Data collection: IoT enables digital twins and virtual simulations in the metaverse. It helps integrate scanned objects with real metadata from the physical environment.

Figure 1: Technology convergence for metaverse solution
Figure 1: Technology convergence for metaverse solution

Universal scene description (USD) for metaverse development

When there are multiple metaverse platforms, there are no uniform technology solutions on how to develop the metaverse platform and the 3D objects in it. Pixar was using universal scene description (USD) for a long time to describe 3D objects, and open sourced it in 2016. Now, for metaverse platform development, many companies like Adobe, NVIDIA, Siemens and Lowe’s have started looking into USD as the standard solution for metaverse-based 3D object rendering and development.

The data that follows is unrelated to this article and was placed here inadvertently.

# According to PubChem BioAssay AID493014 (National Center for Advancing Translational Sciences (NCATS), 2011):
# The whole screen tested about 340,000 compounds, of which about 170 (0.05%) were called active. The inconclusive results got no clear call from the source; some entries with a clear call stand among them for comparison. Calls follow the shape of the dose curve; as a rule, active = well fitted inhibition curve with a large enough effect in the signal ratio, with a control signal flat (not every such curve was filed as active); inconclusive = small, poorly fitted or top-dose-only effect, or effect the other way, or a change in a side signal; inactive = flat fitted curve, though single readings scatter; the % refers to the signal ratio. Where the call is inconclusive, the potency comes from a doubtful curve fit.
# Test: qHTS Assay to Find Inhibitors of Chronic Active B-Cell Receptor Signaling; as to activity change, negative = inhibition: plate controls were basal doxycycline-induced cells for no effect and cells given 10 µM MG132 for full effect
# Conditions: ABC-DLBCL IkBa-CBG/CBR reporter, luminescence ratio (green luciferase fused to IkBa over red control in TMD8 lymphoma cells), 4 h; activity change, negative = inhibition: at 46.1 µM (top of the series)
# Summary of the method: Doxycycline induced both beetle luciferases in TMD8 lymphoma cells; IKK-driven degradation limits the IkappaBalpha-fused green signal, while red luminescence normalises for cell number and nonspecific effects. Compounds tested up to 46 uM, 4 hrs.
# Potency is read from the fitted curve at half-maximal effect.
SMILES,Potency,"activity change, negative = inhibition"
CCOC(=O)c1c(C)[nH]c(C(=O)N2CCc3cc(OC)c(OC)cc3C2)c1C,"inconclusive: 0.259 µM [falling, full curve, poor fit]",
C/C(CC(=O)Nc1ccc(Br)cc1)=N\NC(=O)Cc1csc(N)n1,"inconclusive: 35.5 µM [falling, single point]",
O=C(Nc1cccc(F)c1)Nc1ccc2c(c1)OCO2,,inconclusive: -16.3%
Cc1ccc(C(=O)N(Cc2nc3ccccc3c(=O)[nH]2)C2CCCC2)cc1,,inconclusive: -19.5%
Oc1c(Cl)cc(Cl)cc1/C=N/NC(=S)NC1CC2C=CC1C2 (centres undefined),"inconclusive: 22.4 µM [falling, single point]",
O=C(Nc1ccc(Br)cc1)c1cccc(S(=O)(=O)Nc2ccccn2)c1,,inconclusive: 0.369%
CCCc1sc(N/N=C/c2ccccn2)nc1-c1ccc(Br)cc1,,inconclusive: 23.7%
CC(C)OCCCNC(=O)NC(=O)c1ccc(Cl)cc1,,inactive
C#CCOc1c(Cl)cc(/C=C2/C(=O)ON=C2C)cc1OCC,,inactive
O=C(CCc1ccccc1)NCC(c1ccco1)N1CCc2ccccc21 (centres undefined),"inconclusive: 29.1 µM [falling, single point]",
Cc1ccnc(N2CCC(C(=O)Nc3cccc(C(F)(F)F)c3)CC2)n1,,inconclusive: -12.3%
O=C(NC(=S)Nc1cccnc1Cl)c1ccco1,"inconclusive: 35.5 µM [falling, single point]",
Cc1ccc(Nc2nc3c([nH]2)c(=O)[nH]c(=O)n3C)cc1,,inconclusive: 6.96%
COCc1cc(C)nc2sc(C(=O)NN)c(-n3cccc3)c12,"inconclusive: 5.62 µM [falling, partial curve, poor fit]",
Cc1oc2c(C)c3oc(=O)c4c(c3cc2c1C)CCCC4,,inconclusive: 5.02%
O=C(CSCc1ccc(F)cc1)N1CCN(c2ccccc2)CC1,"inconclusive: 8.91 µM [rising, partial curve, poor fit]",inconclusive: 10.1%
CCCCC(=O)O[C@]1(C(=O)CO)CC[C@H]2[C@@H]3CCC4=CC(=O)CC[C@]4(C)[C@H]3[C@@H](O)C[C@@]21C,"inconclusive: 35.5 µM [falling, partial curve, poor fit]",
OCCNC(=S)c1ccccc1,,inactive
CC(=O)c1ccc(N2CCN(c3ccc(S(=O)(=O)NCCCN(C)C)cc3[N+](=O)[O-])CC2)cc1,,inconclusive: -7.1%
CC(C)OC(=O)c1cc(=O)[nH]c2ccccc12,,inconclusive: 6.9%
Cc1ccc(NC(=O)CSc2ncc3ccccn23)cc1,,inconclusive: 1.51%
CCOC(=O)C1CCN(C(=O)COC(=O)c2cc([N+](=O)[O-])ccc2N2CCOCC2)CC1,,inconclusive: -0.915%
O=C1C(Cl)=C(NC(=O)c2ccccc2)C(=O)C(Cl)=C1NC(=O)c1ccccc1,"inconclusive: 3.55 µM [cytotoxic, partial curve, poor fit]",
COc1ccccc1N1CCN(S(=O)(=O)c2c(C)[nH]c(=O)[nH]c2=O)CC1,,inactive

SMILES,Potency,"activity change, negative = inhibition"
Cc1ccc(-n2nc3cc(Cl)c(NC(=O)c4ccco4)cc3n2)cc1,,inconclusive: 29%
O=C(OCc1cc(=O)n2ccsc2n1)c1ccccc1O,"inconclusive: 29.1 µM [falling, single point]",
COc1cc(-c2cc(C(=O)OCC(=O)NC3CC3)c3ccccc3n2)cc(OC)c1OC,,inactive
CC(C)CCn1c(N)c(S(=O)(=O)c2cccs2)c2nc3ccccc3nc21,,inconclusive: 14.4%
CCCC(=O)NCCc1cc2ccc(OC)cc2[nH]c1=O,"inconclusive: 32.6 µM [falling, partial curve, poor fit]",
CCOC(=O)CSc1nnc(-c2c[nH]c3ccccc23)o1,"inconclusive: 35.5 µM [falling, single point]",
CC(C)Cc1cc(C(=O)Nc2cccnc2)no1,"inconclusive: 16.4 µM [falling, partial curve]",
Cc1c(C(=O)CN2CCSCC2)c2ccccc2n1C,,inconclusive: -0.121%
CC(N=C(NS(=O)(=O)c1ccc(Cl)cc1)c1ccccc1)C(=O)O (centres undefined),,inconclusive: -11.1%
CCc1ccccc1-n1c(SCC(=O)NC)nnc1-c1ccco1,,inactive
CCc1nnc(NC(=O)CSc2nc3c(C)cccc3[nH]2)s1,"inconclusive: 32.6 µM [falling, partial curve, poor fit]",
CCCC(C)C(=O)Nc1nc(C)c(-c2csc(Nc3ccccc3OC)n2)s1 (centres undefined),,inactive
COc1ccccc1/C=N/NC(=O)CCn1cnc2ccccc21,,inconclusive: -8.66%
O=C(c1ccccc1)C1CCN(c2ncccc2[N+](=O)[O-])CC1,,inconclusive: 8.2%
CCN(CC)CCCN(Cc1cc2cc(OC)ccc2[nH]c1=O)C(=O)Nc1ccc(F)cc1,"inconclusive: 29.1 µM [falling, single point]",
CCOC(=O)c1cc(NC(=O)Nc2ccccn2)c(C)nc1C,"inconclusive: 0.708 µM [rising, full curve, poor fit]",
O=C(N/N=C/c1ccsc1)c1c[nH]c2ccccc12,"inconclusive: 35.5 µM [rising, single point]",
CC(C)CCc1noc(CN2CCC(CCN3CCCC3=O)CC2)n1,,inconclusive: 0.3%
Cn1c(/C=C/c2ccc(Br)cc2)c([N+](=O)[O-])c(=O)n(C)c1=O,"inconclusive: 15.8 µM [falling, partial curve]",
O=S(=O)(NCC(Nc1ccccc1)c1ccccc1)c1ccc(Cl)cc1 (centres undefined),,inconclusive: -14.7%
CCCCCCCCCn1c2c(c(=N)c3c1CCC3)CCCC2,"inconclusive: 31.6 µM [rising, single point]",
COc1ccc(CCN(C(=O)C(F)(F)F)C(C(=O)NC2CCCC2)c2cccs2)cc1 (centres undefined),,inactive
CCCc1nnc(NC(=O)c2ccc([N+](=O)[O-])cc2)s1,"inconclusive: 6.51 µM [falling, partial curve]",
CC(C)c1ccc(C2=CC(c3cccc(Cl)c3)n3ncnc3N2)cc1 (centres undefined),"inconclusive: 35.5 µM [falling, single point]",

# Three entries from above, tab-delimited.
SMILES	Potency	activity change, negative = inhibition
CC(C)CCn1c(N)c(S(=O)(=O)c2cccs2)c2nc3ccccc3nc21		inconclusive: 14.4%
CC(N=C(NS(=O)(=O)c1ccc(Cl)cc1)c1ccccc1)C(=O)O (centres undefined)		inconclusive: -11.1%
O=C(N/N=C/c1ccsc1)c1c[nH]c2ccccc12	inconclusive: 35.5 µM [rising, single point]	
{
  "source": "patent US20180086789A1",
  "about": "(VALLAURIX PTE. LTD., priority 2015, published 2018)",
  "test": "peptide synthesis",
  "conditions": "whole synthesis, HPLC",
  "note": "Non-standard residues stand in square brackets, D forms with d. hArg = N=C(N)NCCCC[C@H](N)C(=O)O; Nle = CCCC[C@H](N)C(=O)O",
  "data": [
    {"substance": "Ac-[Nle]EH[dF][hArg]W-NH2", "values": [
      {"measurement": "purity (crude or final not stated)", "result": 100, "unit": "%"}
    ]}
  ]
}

Initially, when Pixar used USD, it did so mainly for media related image rendering in the 3D space, in the entertainment sector. We can now expect more real-time use cases across different sectors like medical and healthcare, robotics and retail. USD is more than animation and simulation of real-world objects — it enhances the immersive experience for end users through its 3D rendering.

When USD grows in the metaverse world as a standard facility, Forrester predicts that growth and standardisation of the four technologies listed below can elevate the growth of the metaverse.

Extended reality (XR) is a combination of VR, AR and mixed reality (MR). The continual convergence of these technologies will enhance the immersive user experience.

Web 3.0 will enable delivery of next-generation web technology solutions. NFTs and secured blockchain based network solutions will help create resilient, high performing and secure platforms for metaverse based cryptocurrency transactions.

Zero Trust Edge (ZTE) will provide seamless and uninterrupted network facilities for metaverse solutions. It will combine high performance in network communications with zero or low latency and have embedded security features.

TuringBot is a term coined by Forrester for automatic and autonomous code development and testing automation. It can solve problems and develop solutions based on in-built AI-powered software.

Token economy and metaverse solutions